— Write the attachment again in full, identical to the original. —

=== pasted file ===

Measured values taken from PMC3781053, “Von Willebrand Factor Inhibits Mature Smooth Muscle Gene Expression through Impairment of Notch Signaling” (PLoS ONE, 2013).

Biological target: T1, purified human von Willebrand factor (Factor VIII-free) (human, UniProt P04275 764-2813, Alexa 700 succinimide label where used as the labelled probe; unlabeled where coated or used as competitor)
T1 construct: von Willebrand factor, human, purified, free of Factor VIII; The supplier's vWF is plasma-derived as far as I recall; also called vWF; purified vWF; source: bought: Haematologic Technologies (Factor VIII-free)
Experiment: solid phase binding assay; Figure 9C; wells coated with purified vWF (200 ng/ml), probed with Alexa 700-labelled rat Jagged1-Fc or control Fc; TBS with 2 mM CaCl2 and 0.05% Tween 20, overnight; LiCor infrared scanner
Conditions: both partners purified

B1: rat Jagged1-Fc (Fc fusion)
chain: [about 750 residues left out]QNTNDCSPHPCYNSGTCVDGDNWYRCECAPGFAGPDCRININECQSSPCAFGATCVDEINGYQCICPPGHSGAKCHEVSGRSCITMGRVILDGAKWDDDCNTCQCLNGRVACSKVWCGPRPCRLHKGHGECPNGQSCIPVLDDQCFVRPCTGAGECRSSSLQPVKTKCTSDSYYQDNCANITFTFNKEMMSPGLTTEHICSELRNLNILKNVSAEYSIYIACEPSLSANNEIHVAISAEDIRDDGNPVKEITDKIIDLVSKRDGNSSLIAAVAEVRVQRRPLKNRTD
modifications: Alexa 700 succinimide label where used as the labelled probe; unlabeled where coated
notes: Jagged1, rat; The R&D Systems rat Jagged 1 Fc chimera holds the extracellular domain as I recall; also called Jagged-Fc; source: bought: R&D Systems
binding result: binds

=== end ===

Measured values taken from PMC3781053, “Von Willebrand Factor Inhibits Mature Smooth Muscle Gene Expression through Impairment of Notch Signaling” (PLoS ONE, 2013).

Biological target: T1, purified human von Willebrand factor (Factor VIII-free) (human, UniProt P04275 764-2813, Alexa 700 succinimide label where used as the labelled probe; unlabeled where coated or used as competitor)
T1 construct: von Willebrand factor, human, purified, free of Factor VIII; The supplier's vWF is plasma-derived as far as I recall; also called vWF; purified vWF; source: bought: Haematologic Technologies (Factor VIII-free)
Experiment: solid phase binding assay; Figure 9C; wells coated with purified vWF (200 ng/ml), probed with Alexa 700-labelled rat Jagged1-Fc or control Fc; TBS with 2 mM CaCl2 and 0.05% Tween 20, overnight; LiCor infrared scanner
Conditions: both partners purified

B1: rat Jagged1-Fc (Fc fusion)
chain: [about 750 residues left out]QNTNDCSPHPCYNSGTCVDGDNWYRCECAPGFAGPDCRININECQSSPCAFGATCVDEINGYQCICPPGHSGAKCHEVSGRSCITMGRVILDGAKWDDDCNTCQCLNGRVACSKVWCGPRPCRLHKGHGECPNGQSCIPVLDDQCFVRPCTGAGECRSSSLQPVKTKCTSDSYYQDNCANITFTFNKEMMSPGLTTEHICSELRNLNILKNVSAEYSIYIACEPSLSANNEIHVAISAEDIRDDGNPVKEITDKIIDLVSKRDGNSSLIAAVAEVRVQRRPLKNRTD
modifications: Alexa 700 succinimide label where used as the labelled probe; unlabeled where coated
notes: Jagged1, rat; The R&D Systems rat Jagged 1 Fc chimera holds the extracellular domain as I recall; also called Jagged-Fc; source: bought: R&D Systems
binding result: binds